I'll keep this one short because the Stop-n-Pop household is preparing for a move and my honey-do list is growing by the minute. Let's start with an interesting quote from Randy Foye in this morning's Strib:
Roy scored the eventual winning points on a forced shot over, coincidentally enough, Randy Foye with 31. 9 seconds remaining.
"That's why he's a great player," Foye said. "Didn't let him get to the basket, made him take a tough shot. And he made it anyway."
This is a frustrating quote for a couple of reasons. First, it continues a troubling string of quotes from Foye that show him to be somewhat detached from basketball reality. While his earlier quotes dealing with his thoughts on playing the point could also be chalked up to a matter of pride, this quote speaks to...well, I'm not exactly sure. Brandon Roy is a tremendous player. He has all the tools you would like to see in a top-flight end-of-the-game superstar. One of his trademark end-of-game moves--the one he also happens to really, really like--is a mid-range fade away jumper. Against the shorter Foye, I'd be willing to bet that Roy got exactly the shot he wanted. He didn't get to the basket because he didn't want to go there. Nor did he have to with Foye's trademark matador defense.
This observation was shared with the Blazers' TV crew in real time.
Did you know that Corey Brewer did not see the court in the 4th quarter? The best man defender on the squad watched Roy nail his fade away shot from the bench; last seeing the court with under 3 minutes to go in the 3rd. The team's other lengthy wing defender, Rodney Carney, was also on the bench. He received zero burn out in Portland. Both of these gentlemen had to watch Foye and Mike Miller, the team's worst perimeter defenders, try and run down Roy when the clock was winding down.
Getting around to Rashad McCants, I'm pretty sure we're watching his last year in the cold, cold north. During the 2nd period Shaddy quickly showed the world that he was ready to go with his one-against-the-world solo offense and while it didn't look pretty in real-time (with push offs, offensive fouls, and drives to nowhere), he ended the quarter with 13 points on 5-8 shooting while the Wolves played the Blazers even. He did so while being surrounded, for the most part, by Foye, Mark Madsen, Craig Smith, and Ryan Gomes. For reasons that can't quite be explained by the naked eye, Shaddy didn't see the court again until 2:10 left in the 3rd. I'm guessing that his lack of playing time has something to do with defense, but with the defensive performances exhibited by Foye and Miller, there probably is something else.
Speaking of the Wolves' bench, our excellent sister site Blazer's Edge had some interesting things to say about last night's game:
Other than that, it is truly remarkable the number of scrubs that are on Minnesota's roster. That's really a testament to Kevin McHale's diligent effort. Every time Randy Whitman digs deep to get 4 points in 19 minutes from Ryan Gomes or motivates Corey Broomstick Brewer to 5 points in 17 minutes, McHale should be right there next to him, ready to share the standing ovation.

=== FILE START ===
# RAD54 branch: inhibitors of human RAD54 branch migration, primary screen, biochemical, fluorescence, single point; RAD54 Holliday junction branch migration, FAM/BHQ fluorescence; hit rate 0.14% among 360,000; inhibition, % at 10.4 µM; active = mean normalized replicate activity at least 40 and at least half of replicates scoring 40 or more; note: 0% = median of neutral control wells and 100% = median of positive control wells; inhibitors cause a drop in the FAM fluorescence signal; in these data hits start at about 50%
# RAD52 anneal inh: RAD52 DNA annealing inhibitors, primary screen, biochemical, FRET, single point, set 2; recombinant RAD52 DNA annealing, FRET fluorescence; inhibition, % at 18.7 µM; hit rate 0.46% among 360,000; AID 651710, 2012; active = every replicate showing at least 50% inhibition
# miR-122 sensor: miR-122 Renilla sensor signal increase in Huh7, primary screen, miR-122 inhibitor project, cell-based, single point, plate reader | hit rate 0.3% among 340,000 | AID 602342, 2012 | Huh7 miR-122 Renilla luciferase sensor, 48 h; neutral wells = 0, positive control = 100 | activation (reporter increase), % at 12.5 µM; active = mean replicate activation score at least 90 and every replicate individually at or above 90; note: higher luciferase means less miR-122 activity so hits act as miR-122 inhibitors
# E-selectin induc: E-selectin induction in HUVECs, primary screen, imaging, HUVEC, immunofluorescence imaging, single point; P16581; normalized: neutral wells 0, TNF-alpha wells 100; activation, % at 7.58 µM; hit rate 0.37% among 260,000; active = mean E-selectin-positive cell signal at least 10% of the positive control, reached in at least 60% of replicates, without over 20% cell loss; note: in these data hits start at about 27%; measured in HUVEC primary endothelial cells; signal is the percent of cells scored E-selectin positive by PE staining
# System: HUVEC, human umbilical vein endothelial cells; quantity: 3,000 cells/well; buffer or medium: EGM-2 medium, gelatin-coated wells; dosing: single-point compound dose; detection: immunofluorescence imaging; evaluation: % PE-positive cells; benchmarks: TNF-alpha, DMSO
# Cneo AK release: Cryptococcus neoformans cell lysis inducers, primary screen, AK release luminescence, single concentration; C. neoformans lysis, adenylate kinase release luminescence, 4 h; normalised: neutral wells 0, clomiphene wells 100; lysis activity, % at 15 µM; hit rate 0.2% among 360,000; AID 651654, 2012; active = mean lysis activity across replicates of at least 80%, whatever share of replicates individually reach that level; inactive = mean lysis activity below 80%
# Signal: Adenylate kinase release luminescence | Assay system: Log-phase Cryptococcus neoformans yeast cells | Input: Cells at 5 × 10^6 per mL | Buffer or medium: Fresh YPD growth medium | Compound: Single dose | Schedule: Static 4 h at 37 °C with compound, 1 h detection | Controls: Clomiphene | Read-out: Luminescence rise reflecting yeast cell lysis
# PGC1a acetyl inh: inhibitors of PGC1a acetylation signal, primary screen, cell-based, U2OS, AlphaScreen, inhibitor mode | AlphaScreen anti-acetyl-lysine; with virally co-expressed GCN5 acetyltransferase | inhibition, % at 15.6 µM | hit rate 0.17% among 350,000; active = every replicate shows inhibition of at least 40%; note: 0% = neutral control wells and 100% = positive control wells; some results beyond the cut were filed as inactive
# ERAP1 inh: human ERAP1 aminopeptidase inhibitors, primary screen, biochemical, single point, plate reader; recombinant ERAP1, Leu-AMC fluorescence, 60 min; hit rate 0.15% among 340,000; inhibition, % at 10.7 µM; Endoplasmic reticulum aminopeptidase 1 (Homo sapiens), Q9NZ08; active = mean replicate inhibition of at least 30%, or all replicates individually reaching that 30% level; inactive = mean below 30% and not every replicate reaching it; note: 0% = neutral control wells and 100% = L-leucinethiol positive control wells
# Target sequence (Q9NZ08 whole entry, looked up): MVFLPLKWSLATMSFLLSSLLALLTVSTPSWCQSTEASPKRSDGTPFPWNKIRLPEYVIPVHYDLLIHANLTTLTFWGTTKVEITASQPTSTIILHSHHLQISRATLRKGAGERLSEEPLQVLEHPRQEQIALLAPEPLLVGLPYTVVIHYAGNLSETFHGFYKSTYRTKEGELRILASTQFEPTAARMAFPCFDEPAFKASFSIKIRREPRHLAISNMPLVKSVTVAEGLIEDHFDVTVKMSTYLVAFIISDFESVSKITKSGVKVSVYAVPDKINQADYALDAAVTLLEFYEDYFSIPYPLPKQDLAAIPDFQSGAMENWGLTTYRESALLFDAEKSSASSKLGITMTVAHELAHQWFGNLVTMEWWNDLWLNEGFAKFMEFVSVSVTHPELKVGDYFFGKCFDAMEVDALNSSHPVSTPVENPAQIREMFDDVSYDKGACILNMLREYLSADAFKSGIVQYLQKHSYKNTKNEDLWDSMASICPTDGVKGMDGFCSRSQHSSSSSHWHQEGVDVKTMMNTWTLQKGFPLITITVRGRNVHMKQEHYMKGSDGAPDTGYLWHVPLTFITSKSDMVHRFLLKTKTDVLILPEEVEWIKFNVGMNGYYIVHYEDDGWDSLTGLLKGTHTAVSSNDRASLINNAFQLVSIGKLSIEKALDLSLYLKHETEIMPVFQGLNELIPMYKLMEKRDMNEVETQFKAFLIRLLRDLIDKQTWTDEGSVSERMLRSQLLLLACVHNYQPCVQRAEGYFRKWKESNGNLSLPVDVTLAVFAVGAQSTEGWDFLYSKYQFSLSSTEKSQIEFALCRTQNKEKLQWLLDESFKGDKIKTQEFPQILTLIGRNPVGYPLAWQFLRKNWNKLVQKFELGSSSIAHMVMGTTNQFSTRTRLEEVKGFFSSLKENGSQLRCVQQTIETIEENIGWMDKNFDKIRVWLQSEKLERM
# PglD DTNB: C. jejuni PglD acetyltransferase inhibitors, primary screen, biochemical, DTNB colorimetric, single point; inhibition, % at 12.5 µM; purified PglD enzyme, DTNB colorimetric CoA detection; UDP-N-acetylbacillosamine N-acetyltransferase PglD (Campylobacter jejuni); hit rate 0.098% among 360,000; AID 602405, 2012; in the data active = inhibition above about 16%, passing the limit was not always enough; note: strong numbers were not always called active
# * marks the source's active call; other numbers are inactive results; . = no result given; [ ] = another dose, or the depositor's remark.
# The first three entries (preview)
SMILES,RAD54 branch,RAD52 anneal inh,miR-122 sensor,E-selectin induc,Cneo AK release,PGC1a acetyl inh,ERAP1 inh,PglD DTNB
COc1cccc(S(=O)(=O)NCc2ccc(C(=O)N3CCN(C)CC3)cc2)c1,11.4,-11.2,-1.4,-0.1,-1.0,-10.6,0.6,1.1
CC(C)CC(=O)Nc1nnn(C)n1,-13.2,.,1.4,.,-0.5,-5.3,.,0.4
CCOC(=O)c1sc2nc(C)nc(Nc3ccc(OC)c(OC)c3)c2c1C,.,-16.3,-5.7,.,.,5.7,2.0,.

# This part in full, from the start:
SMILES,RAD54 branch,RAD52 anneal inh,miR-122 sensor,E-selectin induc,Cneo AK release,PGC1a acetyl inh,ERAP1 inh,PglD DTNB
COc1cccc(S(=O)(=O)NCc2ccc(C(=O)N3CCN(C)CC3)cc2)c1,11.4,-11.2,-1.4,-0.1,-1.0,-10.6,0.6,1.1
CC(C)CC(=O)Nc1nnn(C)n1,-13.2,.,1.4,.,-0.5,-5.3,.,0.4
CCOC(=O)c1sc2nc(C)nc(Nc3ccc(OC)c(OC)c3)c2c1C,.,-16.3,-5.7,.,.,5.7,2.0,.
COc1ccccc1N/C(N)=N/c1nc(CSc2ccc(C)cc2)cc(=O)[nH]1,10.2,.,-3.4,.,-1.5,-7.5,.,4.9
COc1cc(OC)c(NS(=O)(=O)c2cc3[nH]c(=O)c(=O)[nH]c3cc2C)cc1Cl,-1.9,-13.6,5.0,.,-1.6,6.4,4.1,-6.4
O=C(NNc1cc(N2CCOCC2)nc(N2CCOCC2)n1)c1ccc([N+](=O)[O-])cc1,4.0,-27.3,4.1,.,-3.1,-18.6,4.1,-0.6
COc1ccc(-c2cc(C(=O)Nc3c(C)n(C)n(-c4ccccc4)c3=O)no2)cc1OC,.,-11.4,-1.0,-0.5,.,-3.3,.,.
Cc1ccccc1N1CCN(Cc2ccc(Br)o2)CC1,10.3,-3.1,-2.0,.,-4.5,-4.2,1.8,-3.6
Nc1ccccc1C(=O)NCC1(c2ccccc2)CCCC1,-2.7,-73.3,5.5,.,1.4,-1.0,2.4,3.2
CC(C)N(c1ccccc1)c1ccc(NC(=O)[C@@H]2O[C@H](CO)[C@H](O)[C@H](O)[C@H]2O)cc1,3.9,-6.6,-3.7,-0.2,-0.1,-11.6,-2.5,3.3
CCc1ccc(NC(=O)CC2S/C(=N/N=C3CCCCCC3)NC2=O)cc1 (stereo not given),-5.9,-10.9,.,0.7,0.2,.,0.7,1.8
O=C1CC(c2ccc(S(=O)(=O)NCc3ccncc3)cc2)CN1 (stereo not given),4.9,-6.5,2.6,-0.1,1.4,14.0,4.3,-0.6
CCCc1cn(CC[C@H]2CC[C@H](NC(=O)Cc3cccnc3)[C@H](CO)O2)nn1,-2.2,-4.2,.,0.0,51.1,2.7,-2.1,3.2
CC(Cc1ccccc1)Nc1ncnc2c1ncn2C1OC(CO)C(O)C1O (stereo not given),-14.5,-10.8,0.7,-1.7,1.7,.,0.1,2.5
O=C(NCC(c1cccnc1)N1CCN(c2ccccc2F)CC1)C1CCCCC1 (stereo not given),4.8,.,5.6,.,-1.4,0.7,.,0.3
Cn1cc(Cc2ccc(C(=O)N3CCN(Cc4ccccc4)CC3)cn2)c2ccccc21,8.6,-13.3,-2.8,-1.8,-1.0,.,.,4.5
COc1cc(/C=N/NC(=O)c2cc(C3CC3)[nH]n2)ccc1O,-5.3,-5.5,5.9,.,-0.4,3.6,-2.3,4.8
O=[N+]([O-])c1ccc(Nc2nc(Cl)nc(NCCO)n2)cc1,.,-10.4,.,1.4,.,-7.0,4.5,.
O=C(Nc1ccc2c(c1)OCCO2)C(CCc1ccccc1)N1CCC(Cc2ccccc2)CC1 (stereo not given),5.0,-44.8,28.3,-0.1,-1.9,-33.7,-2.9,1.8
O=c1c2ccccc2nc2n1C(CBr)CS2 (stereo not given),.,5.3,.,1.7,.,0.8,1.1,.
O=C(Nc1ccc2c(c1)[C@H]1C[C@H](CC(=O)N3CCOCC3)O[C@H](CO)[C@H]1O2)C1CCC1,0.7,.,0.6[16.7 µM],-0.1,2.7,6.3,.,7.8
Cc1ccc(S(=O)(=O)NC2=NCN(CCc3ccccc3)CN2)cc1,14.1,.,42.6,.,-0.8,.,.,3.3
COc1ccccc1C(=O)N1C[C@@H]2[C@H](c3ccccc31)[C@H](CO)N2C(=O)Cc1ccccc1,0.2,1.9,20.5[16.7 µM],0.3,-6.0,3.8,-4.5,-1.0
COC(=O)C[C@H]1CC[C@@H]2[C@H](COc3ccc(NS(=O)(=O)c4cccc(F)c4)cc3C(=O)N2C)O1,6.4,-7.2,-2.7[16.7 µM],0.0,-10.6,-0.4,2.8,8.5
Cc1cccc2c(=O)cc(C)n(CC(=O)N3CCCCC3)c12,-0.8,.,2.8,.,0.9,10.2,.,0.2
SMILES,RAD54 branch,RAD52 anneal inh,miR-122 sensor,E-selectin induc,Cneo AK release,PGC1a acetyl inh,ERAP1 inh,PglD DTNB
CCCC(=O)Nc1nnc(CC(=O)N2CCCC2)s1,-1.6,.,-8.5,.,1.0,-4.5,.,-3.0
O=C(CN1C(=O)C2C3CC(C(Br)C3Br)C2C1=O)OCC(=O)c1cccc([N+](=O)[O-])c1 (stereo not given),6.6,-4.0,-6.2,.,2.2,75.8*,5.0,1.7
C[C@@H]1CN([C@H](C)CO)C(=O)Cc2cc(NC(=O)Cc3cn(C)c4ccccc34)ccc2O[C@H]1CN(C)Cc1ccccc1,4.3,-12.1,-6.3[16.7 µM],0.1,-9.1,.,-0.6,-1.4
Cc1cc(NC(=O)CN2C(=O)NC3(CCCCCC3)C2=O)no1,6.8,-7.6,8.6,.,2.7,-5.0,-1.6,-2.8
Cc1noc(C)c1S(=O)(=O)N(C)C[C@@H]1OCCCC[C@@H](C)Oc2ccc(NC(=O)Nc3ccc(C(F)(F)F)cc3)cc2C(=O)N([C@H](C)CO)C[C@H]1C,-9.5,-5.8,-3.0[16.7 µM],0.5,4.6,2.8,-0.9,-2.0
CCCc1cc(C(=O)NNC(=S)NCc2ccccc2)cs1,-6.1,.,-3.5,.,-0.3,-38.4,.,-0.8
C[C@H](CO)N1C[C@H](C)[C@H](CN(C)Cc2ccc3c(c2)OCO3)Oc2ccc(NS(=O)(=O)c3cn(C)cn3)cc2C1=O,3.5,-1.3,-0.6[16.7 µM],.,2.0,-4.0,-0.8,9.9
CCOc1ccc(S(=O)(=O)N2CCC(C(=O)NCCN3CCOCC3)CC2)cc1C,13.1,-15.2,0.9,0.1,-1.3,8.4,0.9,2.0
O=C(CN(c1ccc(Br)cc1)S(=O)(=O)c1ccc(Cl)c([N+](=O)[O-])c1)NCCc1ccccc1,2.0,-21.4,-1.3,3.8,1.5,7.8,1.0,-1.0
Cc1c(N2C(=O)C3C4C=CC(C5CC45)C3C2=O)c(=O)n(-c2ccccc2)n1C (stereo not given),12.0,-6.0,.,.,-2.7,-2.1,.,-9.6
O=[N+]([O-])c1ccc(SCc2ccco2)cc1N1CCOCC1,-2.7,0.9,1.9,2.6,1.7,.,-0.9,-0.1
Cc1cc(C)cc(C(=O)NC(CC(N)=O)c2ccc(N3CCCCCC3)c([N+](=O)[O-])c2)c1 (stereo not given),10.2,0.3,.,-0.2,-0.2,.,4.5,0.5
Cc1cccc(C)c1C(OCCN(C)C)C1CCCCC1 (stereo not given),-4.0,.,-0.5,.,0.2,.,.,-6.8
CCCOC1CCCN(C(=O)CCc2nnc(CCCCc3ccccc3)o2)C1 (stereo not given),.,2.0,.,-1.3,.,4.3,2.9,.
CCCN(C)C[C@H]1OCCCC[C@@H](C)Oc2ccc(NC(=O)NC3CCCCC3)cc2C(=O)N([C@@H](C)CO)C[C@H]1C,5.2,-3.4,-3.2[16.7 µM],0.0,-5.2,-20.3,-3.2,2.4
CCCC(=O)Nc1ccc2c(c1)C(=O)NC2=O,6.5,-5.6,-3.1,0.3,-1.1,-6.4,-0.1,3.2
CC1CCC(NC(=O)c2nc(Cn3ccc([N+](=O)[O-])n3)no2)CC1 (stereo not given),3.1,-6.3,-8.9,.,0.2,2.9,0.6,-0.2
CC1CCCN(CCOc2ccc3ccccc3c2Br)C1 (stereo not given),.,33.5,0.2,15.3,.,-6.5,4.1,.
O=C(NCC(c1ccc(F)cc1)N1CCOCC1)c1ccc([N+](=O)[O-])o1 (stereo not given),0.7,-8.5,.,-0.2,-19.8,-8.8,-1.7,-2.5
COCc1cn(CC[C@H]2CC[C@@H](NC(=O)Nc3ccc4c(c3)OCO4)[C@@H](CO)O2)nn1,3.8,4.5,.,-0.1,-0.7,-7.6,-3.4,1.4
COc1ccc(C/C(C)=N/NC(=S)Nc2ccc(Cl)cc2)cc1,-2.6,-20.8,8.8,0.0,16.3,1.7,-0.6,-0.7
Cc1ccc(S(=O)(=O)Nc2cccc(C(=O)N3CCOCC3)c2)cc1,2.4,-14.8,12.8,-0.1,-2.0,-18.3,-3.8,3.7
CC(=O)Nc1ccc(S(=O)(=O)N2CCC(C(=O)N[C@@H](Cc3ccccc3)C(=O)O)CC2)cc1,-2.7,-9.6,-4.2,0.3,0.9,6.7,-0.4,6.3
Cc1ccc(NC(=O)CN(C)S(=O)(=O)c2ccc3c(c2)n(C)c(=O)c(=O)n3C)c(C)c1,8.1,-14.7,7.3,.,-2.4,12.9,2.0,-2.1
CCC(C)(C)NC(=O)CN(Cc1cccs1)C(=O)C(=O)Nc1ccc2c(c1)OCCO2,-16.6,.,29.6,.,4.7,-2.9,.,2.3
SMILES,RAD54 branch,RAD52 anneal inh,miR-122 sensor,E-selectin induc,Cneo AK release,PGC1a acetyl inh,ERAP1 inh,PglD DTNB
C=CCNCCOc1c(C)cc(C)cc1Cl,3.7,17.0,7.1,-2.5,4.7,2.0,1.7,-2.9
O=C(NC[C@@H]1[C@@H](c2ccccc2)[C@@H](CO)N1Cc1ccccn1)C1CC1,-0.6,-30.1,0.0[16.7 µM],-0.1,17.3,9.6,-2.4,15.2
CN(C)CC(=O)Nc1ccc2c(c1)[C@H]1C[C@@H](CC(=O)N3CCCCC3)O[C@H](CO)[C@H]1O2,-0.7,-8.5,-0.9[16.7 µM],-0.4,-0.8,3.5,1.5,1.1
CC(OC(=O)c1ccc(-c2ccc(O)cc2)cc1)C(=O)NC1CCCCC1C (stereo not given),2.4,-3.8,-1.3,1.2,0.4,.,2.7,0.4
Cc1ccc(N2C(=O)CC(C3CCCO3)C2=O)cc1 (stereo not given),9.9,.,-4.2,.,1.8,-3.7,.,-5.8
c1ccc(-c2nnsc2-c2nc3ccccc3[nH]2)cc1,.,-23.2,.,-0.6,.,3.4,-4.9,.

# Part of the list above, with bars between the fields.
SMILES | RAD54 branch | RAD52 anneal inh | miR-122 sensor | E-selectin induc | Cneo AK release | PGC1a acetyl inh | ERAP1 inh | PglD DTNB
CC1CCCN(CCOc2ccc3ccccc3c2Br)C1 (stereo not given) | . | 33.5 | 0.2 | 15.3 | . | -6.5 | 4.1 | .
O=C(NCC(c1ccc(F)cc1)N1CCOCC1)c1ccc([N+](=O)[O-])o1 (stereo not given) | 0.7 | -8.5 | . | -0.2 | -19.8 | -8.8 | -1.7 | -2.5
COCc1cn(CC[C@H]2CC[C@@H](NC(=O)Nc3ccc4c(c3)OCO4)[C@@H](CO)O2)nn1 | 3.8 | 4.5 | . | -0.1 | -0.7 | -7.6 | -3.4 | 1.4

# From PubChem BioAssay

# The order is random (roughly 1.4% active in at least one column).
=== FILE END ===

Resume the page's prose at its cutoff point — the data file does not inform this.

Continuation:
Truer words have never been written. I also think "Broomstick Brewer" is going to stick. I'll flesh it out in a later post but I'm beginning to notice something with this team I'm going to call the Love Effect. The Love Effect is something that happens to losing teams when an honest-to-god good player shows up and proves that your existing players--guys who "thrived" on a 22 win squad--really don't appear to be worth a roster spot. Within the span of 6 games, the Rhino and Ryan Gomes have been rendered nearly meaningless by the rookie from UCLA. Even Mark Madsen's limited burn made these 2 mini-4 reserve forwards look irrelevant.
Blazer's Edge wasn't done with their accute observations
Congratulations Randy Wittman. You are now officially the "coach that most overcoaches a crappy team." Marc Iavaroni is disappointed to give up the title but he understands that you earned it tonight by coming off the bench and onto the court at least 5 feet to literally push Mike Miller towards the hoop for an offensive rebound. Again, congratulations.
Wrapping it up with bullet points:
Jerryd Bayless is off to a Randy Foye-esque start to his career. After winning top honors in the Summer League, Bayless has found himself planted on the bench.
- Heading down the stretch, the Wolves did something amazing: they ran a 2 man game between Miller and Big Al on the same side of the court and it worked like gangbusters. Imagine my surprise when one of the league's dominant post scorers set up on the same side of the court as one of the league's most dominant 3 point shooters. This little revelation took until the 4th quarter of game #6. Even one of the Blazer's announcers expressed shock by saying "With Miller on the same side as Jefferson, why wouldn't you try that every time? It's smart basketball; it took them long enough."
- The Wolves do not need to be running a 10 man rotation. Seriously, they don't have 10 players that belong on the court. If I ruled the world and I was their fantasy coach, I settle the Shaddy/Foye Death Match once and for all and run with Bassy, Miller, Brewer, Love, and Jefferson with McCants, Gomes, and Madsen off the bench. When pressed for 1 or 2 extra bodies, Carney and Smith get the call. And yes, Bassy is the only point on the roster. Shaddy gets to run the 2nd unit.
- I can't imagine how much of a different player Shaddy would be if he had Foye's slack at the lead guard and Miller's slack on defense.
That's about all for today folks. It's time to install some carpet. Until later.